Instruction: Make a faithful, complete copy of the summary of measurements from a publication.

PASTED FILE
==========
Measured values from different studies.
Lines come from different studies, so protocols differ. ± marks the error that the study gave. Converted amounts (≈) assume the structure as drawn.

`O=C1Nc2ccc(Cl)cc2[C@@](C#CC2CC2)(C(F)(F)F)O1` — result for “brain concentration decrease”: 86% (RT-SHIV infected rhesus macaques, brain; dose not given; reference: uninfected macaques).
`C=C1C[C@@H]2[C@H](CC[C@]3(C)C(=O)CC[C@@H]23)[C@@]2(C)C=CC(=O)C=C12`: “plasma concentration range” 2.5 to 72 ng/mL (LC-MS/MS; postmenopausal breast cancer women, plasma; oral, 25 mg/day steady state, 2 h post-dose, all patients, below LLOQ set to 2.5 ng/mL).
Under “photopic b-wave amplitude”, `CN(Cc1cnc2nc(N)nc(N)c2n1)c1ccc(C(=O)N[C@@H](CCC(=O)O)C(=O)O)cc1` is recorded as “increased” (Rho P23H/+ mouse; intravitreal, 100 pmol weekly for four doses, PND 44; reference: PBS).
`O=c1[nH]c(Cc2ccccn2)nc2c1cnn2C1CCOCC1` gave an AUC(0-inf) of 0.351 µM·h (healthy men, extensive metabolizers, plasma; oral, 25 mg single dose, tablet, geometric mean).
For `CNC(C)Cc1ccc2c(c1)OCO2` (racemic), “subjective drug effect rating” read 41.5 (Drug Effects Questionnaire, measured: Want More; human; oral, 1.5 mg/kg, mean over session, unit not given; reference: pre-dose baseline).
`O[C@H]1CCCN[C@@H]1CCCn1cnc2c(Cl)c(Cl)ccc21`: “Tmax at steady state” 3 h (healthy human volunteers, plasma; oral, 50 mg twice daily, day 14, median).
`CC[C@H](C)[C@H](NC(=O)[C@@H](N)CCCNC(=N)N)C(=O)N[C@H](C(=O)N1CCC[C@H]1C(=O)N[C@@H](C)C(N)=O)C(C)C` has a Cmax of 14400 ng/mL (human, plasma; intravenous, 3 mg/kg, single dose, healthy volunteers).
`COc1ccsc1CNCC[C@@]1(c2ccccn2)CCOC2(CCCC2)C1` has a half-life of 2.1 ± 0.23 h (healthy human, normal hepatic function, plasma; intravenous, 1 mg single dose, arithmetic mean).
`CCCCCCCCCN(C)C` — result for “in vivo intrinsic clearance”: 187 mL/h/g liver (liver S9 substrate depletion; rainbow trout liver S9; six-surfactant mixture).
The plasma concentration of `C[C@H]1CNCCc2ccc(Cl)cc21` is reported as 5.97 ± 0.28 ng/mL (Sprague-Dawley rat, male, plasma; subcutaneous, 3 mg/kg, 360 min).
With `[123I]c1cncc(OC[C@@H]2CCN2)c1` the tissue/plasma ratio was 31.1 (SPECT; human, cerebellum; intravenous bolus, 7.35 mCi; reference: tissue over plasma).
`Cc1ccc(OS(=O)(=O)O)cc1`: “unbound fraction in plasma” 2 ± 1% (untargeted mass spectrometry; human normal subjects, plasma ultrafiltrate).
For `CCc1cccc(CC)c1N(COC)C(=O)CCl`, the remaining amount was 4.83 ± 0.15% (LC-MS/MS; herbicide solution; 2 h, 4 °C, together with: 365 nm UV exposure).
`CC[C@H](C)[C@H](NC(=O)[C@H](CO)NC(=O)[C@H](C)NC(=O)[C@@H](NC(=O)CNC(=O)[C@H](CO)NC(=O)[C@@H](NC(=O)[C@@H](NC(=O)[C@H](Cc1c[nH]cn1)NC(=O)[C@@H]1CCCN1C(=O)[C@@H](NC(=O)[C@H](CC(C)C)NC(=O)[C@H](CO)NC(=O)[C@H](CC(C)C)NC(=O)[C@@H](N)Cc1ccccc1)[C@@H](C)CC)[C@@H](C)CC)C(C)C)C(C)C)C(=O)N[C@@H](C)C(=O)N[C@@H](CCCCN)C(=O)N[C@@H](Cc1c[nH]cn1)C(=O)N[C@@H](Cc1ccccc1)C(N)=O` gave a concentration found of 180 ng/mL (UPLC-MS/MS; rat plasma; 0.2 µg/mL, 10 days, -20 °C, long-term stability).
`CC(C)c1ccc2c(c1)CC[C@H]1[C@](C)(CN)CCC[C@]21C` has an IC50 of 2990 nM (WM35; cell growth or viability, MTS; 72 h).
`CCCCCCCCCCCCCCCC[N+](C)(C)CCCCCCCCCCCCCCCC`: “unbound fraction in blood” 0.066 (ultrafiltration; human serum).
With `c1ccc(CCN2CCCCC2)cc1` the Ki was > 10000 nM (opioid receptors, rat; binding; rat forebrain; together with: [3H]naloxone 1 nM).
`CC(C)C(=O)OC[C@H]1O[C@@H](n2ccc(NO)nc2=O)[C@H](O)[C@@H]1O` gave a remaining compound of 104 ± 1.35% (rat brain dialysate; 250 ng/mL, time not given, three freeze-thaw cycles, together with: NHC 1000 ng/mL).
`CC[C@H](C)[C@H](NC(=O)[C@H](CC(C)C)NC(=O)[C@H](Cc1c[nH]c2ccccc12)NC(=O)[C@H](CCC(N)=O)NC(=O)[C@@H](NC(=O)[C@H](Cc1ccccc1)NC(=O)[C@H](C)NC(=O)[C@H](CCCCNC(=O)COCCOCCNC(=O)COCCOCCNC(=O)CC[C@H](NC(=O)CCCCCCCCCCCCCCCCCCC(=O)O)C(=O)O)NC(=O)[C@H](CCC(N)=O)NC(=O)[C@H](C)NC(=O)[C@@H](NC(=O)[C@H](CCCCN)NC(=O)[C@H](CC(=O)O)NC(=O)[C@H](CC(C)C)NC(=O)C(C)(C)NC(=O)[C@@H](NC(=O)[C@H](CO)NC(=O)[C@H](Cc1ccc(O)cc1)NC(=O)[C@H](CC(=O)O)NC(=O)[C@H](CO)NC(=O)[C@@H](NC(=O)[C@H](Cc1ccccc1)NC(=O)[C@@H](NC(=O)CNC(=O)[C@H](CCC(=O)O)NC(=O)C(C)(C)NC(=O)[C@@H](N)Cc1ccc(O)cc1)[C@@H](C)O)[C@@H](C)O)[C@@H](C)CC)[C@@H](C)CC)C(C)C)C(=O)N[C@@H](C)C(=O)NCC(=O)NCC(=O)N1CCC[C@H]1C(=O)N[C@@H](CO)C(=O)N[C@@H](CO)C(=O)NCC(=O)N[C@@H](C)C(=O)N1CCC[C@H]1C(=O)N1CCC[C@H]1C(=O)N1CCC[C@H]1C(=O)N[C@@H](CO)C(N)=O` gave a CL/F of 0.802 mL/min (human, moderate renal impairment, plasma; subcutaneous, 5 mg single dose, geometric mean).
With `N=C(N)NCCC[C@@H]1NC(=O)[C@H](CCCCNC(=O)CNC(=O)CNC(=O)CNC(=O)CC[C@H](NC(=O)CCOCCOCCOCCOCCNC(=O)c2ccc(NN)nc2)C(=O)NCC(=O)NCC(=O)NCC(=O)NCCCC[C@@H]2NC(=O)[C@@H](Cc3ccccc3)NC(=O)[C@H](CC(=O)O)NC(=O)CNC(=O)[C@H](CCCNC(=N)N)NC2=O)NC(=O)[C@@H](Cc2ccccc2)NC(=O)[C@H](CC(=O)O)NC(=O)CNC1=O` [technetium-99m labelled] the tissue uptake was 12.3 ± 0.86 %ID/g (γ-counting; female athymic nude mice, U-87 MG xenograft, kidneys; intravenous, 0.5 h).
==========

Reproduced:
Measured values from different studies.
Lines come from different studies, so protocols differ. ± marks the error that the study gave. Converted amounts (≈) assume the structure as drawn.

`O=C1Nc2ccc(Cl)cc2[C@@](C#CC2CC2)(C(F)(F)F)O1` — result for “brain concentration decrease”: 86% (RT-SHIV infected rhesus macaques, brain; dose not given; reference: uninfected macaques).
`C=C1C[C@@H]2[C@H](CC[C@]3(C)C(=O)CC[C@@H]23)[C@@]2(C)C=CC(=O)C=C12`: “plasma concentration range” 2.5 to 72 ng/mL (LC-MS/MS; postmenopausal breast cancer women, plasma; oral, 25 mg/day steady state, 2 h post-dose, all patients, below LLOQ set to 2.5 ng/mL).
Under “photopic b-wave amplitude”, `CN(Cc1cnc2nc(N)nc(N)c2n1)c1ccc(C(=O)N[C@@H](CCC(=O)O)C(=O)O)cc1` is recorded as “increased” (Rho P23H/+ mouse; intravitreal, 100 pmol weekly for four doses, PND 44; reference: PBS).
`O=c1[nH]c(Cc2ccccn2)nc2c1cnn2C1CCOCC1` gave an AUC(0-inf) of 0.351 µM·h (healthy men, extensive metabolizers, plasma; oral, 25 mg single dose, tablet, geometric mean).
For `CNC(C)Cc1ccc2c(c1)OCO2` (racemic), “subjective drug effect rating” read 41.5 (Drug Effects Questionnaire, measured: Want More; human; oral, 1.5 mg/kg, mean over session, unit not given; reference: pre-dose baseline).
`O[C@H]1CCCN[C@@H]1CCCn1cnc2c(Cl)c(Cl)ccc21`: “Tmax at steady state” 3 h (healthy human volunteers, plasma; oral, 50 mg twice daily, day 14, median).
`CC[C@H](C)[C@H](NC(=O)[C@@H](N)CCCNC(=N)N)C(=O)N[C@H](C(=O)N1CCC[C@H]1C(=O)N[C@@H](C)C(N)=O)C(C)C` has a Cmax of 14400 ng/mL (human, plasma; intravenous, 3 mg/kg, single dose, healthy volunteers).
`COc1ccsc1CNCC[C@@]1(c2ccccn2)CCOC2(CCCC2)C1` has a half-life of 2.1 ± 0.23 h (healthy human, normal hepatic function, plasma; intravenous, 1 mg single dose, arithmetic mean).
`CCCCCCCCCN(C)C` — result for “in vivo intrinsic clearance”: 187 mL/h/g liver (liver S9 substrate depletion; rainbow trout liver S9; six-surfactant mixture).
The plasma concentration of `C[C@H]1CNCCc2ccc(Cl)cc21` is reported as 5.97 ± 0.28 ng/mL (Sprague-Dawley rat, male, plasma; subcutaneous, 3 mg/kg, 360 min).
With `[123I]c1cncc(OC[C@@H]2CCN2)c1` the tissue/plasma ratio was 31.1 (SPECT; human, cerebellum; intravenous bolus, 7.35 mCi; reference: tissue over plasma).
`Cc1ccc(OS(=O)(=O)O)cc1`: “unbound fraction in plasma” 2 ± 1% (untargeted mass spectrometry; human normal subjects, plasma ultrafiltrate).
For `CCc1cccc(CC)c1N(COC)C(=O)CCl`, the remaining amount was 4.83 ± 0.15% (LC-MS/MS; herbicide solution; 2 h, 4 °C, together with: 365 nm UV exposure).
`CC[C@H](C)[C@H](NC(=O)[C@H](CO)NC(=O)[C@H](C)NC(=O)[C@@H](NC(=O)CNC(=O)[C@H](CO)NC(=O)[C@@H](NC(=O)[C@@H](NC(=O)[C@H](Cc1c[nH]cn1)NC(=O)[C@@H]1CCCN1C(=O)[C@@H](NC(=O)[C@H](CC(C)C)NC(=O)[C@H](CO)NC(=O)[C@H](CC(C)C)NC(=O)[C@@H](N)Cc1ccccc1)[C@@H](C)CC)[C@@H](C)CC)C(C)C)C(C)C)C(=O)N[C@@H](C)C(=O)N[C@@H](CCCCN)C(=O)N[C@@H](Cc1c[nH]cn1)C(=O)N[C@@H](Cc1ccccc1)C(N)=O` gave a concentration found of 180 ng/mL (UPLC-MS/MS; rat plasma; 0.2 µg/mL, 10 days, -20 °C, long-term stability).
`CC(C)c1ccc2c(c1)CC[C@H]1[C@](C)(CN)CCC[C@]21C` has an IC50 of 2990 nM (WM35; cell growth or viability, MTS; 72 h).
`CCCCCCCCCCCCCCCC[N+](C)(C)CCCCCCCCCCCCCCCC`: “unbound fraction in blood” 0.066 (ultrafiltration; human serum).
With `c1ccc(CCN2CCCCC2)cc1` the Ki was > 10000 nM (opioid receptors, rat; binding; rat forebrain; together with: [3H]naloxone 1 nM).
`CC(C)C(=O)OC[C@H]1O[C@@H](n2ccc(NO)nc2=O)[C@H](O)[C@@H]1O` gave a remaining compound of 104 ± 1.35% (rat brain dialysate; 250 ng/mL, time not given, three freeze-thaw cycles, together with: NHC 1000 ng/mL).
`CC[C@H](C)[C@H](NC(=O)[C@H](CC(C)C)NC(=O)[C@H](Cc1c[nH]c2ccccc12)NC(=O)[C@H](CCC(N)=O)NC(=O)[C@@H](NC(=O)[C@H](Cc1ccccc1)NC(=O)[C@H](C)NC(=O)[C@H](CCCCNC(=O)COCCOCCNC(=O)COCCOCCNC(=O)CC[C@H](NC(=O)CCCCCCCCCCCCCCCCCCC(=O)O)C(=O)O)NC(=O)[C@H](CCC(N)=O)NC(=O)[C@H](C)NC(=O)[C@@H](NC(=O)[C@H](CCCCN)NC(=O)[C@H](CC(=O)O)NC(=O)[C@H](CC(C)C)NC(=O)C(C)(C)NC(=O)[C@@H](NC(=O)[C@H](CO)NC(=O)[C@H](Cc1ccc(O)cc1)NC(=O)[C@H](CC(=O)O)NC(=O)[C@H](CO)NC(=O)[C@@H](NC(=O)[C@H](Cc1ccccc1)NC(=O)[C@@H](NC(=O)CNC(=O)[C@H](CCC(=O)O)NC(=O)C(C)(C)NC(=O)[C@@H](N)Cc1ccc(O)cc1)[C@@H](C)O)[C@@H](C)O)[C@@H](C)CC)[C@@H](C)CC)C(C)C)C(=O)N[C@@H](C)C(=O)NCC(=O)NCC(=O)N1CCC[C@H]1C(=O)N[C@@H](CO)C(=O)N[C@@H](CO)C(=O)NCC(=O)N[C@@H](C)C(=O)N1CCC[C@H]1C(=O)N1CCC[C@H]1C(=O)N1CCC[C@H]1C(=O)N[C@@H](CO)C(N)=O` gave a CL/F of 0.802 mL/min (human, moderate renal impairment, plasma; subcutaneous, 5 mg single dose, geometric mean).
With `N=C(N)NCCC[C@@H]1NC(=O)[C@H](CCCCNC(=O)CNC(=O)CNC(=O)CNC(=O)CC[C@H](NC(=O)CCOCCOCCOCCOCCNC(=O)c2ccc(NN)nc2)C(=O)NCC(=O)NCC(=O)NCC(=O)NCCCC[C@@H]2NC(=O)[C@@H](Cc3ccccc3)NC(=O)[C@H](CC(=O)O)NC(=O)CNC(=O)[C@H](CCCNC(=N)N)NC2=O)NC(=O)[C@@H](Cc2ccccc2)NC(=O)[C@H](CC(=O)O)NC(=O)CNC1=O` [technetium-99m labelled] the tissue uptake was 12.3 ± 0.86 %ID/g (γ-counting; female athymic nude mice, U-87 MG xenograft, kidneys; intravenous, 0.5 h).